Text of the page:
Given that the Over-the-Counter (OTC) Hearing Aid Act of 2017 is now law and a new FDA class of OTC hearing aids will be established by the end of 2020, “efforts should now focus on ensuring that older adults also have access to affordable hearing care services,” write Nicholas Reed, AuD, Frank Lin, MD, and Amber Willink, PhD, in a September 13 online first opinion article in JAMA Network. Notably, Dr Lin has been one of the foremost leaders in research associating untreated hearing loss with cognitive decline, dementia, social isolation, falls, and an increased rate of hospitalization; he has also served on the NASEM Committee and been an advocate of OTC hearing aids and alternative distribution models, including the use of community healthcare workers.
The authors cite evidence showing that, while some consumers should benefit from a self-fitted OTC hearing device, others may not be able to adjust or self-manage their hearing devices. Additionally, those who receive care from professionals who use best practices, which includes counseling on communication strategies, experience enhanced benefit from amplification. They also note that most hearing care services are not covered by Medicare, and numerous bills have attempted to improve access, including the current Audiology Patient Choice Act (APCA) which lays the groundwork for audiologists gaining limited license physician (LLP) status (see the April 24, 2018 report in Hearing Review for more information and the controversy surrounding APCA).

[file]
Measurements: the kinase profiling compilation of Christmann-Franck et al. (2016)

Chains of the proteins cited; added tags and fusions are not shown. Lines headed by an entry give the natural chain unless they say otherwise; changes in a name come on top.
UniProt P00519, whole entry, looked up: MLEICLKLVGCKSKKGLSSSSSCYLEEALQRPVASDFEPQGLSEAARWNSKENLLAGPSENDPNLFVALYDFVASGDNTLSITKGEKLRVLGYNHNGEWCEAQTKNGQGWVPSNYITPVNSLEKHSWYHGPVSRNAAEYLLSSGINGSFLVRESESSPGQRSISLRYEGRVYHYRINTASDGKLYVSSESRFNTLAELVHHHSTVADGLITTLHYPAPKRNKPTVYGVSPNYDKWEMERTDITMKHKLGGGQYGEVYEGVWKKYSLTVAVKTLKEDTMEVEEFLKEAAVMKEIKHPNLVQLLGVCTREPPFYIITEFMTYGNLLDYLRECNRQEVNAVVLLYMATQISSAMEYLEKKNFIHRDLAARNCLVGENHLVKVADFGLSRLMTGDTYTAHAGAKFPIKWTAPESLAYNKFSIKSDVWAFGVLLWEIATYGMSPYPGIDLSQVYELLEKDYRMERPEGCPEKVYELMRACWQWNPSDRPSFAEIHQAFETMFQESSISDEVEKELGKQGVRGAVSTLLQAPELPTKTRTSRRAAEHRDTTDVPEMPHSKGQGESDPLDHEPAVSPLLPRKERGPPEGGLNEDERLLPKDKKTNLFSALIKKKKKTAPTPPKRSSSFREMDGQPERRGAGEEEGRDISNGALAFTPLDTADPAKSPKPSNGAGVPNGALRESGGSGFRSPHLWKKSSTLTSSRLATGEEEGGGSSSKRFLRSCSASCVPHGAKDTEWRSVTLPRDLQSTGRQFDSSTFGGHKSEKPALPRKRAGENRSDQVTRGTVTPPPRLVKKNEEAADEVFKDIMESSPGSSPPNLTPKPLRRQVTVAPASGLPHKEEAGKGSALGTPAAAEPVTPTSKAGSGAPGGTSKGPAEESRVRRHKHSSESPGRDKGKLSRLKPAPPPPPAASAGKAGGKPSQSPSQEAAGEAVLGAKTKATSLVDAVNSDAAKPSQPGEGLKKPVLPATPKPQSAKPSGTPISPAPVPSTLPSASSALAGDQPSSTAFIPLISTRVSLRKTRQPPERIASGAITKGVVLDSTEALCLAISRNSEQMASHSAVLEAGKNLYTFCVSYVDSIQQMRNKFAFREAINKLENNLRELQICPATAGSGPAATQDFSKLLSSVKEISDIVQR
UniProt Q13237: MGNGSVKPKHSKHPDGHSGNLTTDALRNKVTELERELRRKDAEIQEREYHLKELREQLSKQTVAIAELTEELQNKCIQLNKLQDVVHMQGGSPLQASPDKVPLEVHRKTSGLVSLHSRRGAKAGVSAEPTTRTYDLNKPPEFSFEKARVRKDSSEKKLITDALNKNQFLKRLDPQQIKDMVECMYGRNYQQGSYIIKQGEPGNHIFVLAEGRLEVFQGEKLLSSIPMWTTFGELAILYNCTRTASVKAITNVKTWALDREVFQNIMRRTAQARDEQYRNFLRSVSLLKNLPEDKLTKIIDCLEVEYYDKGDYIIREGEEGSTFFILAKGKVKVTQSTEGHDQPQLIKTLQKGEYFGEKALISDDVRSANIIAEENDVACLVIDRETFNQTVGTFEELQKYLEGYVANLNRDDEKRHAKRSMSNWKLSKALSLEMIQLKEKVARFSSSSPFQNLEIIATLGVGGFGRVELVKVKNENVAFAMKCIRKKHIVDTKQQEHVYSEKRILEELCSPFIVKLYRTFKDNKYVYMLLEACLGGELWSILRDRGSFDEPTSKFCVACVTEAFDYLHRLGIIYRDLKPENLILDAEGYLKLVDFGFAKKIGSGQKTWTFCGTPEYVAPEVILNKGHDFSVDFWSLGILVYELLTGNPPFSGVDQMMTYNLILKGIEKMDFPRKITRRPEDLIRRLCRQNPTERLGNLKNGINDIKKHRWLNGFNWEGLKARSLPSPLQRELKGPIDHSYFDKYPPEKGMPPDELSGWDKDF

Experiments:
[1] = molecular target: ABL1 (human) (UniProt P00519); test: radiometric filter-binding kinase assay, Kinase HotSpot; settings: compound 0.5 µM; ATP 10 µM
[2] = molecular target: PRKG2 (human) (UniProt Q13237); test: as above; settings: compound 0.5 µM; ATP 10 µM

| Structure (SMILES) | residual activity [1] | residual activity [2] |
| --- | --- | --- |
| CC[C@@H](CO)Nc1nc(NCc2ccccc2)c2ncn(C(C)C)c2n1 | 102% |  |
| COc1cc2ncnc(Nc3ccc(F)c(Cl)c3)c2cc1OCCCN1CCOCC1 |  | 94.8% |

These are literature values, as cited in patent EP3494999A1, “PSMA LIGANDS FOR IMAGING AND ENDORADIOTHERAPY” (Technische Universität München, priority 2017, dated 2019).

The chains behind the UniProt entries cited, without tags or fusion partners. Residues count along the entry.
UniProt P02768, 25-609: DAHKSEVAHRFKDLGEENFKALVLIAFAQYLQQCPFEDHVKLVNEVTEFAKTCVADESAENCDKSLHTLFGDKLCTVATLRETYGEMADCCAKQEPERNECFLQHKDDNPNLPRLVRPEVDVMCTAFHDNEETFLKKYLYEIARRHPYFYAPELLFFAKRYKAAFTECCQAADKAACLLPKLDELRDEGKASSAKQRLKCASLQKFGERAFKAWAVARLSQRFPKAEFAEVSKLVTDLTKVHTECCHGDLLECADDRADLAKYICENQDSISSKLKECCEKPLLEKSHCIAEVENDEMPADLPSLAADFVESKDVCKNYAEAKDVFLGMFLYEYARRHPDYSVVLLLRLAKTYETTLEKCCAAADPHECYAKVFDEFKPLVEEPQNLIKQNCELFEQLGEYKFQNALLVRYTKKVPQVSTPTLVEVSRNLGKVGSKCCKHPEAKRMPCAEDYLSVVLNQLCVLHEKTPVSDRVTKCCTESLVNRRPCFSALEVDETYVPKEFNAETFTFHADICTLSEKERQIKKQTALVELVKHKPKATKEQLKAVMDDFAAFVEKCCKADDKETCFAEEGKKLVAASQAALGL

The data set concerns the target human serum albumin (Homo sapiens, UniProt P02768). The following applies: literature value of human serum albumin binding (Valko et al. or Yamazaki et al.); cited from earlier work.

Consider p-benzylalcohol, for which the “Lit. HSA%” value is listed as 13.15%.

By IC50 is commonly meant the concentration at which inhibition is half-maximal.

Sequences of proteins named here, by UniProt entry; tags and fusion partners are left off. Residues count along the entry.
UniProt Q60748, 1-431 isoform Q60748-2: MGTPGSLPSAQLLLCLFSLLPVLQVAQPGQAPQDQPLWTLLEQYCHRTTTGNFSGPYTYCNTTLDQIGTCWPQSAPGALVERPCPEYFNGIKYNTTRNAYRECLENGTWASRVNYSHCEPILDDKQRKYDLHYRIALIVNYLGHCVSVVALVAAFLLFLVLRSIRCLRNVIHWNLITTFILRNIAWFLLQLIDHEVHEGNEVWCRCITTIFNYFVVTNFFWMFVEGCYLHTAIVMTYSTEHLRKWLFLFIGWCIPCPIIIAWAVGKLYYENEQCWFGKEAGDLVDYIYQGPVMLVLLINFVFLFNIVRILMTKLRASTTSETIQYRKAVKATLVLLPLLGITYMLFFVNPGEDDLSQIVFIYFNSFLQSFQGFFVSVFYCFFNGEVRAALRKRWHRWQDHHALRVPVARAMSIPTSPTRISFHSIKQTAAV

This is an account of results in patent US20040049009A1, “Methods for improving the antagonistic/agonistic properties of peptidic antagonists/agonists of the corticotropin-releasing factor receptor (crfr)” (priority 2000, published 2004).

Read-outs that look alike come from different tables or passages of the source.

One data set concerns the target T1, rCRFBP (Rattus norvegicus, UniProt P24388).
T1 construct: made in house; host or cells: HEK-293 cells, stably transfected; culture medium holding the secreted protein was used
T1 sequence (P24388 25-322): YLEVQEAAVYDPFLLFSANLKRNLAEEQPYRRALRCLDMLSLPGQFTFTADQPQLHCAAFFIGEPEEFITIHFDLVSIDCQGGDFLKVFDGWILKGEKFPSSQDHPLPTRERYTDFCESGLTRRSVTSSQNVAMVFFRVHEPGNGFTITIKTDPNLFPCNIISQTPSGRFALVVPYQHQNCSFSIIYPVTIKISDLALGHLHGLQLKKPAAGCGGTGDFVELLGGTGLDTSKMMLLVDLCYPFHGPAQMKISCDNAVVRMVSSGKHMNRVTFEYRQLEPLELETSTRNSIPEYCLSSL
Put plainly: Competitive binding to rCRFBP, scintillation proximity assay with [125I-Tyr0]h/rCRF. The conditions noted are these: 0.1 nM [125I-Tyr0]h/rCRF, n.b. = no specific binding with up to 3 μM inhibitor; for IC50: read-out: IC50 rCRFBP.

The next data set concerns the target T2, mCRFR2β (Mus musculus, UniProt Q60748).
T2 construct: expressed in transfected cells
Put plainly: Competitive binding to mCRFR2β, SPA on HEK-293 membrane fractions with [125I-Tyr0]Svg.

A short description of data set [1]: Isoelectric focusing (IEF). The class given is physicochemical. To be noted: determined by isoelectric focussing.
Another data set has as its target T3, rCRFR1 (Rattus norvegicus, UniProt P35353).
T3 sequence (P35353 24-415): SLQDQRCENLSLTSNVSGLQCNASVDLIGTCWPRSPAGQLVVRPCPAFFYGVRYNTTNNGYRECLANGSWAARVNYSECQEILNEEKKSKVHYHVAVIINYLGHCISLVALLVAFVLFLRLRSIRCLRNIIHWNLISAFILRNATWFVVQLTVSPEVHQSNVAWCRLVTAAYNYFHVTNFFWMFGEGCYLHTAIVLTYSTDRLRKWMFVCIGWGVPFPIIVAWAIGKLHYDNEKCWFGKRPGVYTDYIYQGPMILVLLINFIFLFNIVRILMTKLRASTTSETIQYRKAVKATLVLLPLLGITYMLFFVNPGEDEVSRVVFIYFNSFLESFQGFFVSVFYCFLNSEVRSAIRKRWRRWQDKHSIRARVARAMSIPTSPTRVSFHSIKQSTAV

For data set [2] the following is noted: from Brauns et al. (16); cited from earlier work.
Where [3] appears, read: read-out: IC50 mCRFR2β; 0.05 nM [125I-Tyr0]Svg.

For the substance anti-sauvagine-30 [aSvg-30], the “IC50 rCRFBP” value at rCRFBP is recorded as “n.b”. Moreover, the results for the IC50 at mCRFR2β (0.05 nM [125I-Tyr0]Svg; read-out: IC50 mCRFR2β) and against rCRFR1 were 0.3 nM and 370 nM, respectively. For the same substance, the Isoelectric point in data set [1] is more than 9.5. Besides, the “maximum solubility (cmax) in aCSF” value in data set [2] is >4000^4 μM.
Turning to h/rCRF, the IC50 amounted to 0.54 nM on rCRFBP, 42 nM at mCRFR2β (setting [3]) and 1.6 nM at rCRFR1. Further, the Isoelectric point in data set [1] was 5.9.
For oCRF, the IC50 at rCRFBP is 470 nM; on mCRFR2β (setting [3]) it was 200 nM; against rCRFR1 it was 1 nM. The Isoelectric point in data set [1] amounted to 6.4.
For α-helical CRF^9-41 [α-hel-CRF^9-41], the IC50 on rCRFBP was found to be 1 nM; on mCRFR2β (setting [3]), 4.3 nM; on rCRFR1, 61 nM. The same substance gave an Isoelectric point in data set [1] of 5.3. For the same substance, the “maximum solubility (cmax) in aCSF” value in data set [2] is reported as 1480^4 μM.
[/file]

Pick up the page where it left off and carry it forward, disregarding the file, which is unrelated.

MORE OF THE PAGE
Reed and colleagues suggest that a good solution might be to allow audiologists to bill for time-based aural rehabilitation via the existing aural rehabilitation CPT code 92626 for the first hour, and 92627 for each additional 15-minute increment, or co-opt CPT codes used by speech-language pathologists. They write:
“Medicare reimburses speech-language pathologists for aural rehabilitation (CPT code 92507 at $79.92) under Medicare Part B; however, speech-language pathologists do not provide these services in relation to hearing aids and generally focus only on the communication counseling aspect. Audiologists could use the same CPT code (92507) for aural rehabilitation under Medicare Part B to provide communication counseling and auditory training, which would require hearing care to be redefined in the Medicare Act as medically necessary. Although these CPT codes would not necessarily support activities related directly to hearing aids (ie, programming and customization), these codes could support counseling to maximize benefit of OTC hearing aids among Medicare beneficiaries.”
Read the opinion article here.
Source: Reed NS, Lin FR, Willink A. Hearing care access? Focus on clinical services, not devices. JAMA Network. 2018. Published September 13, 2018. doi:10.1001/jama.2018.11649. Available at: https://jamanetwork.com/journals/jama/fullarticle/2702687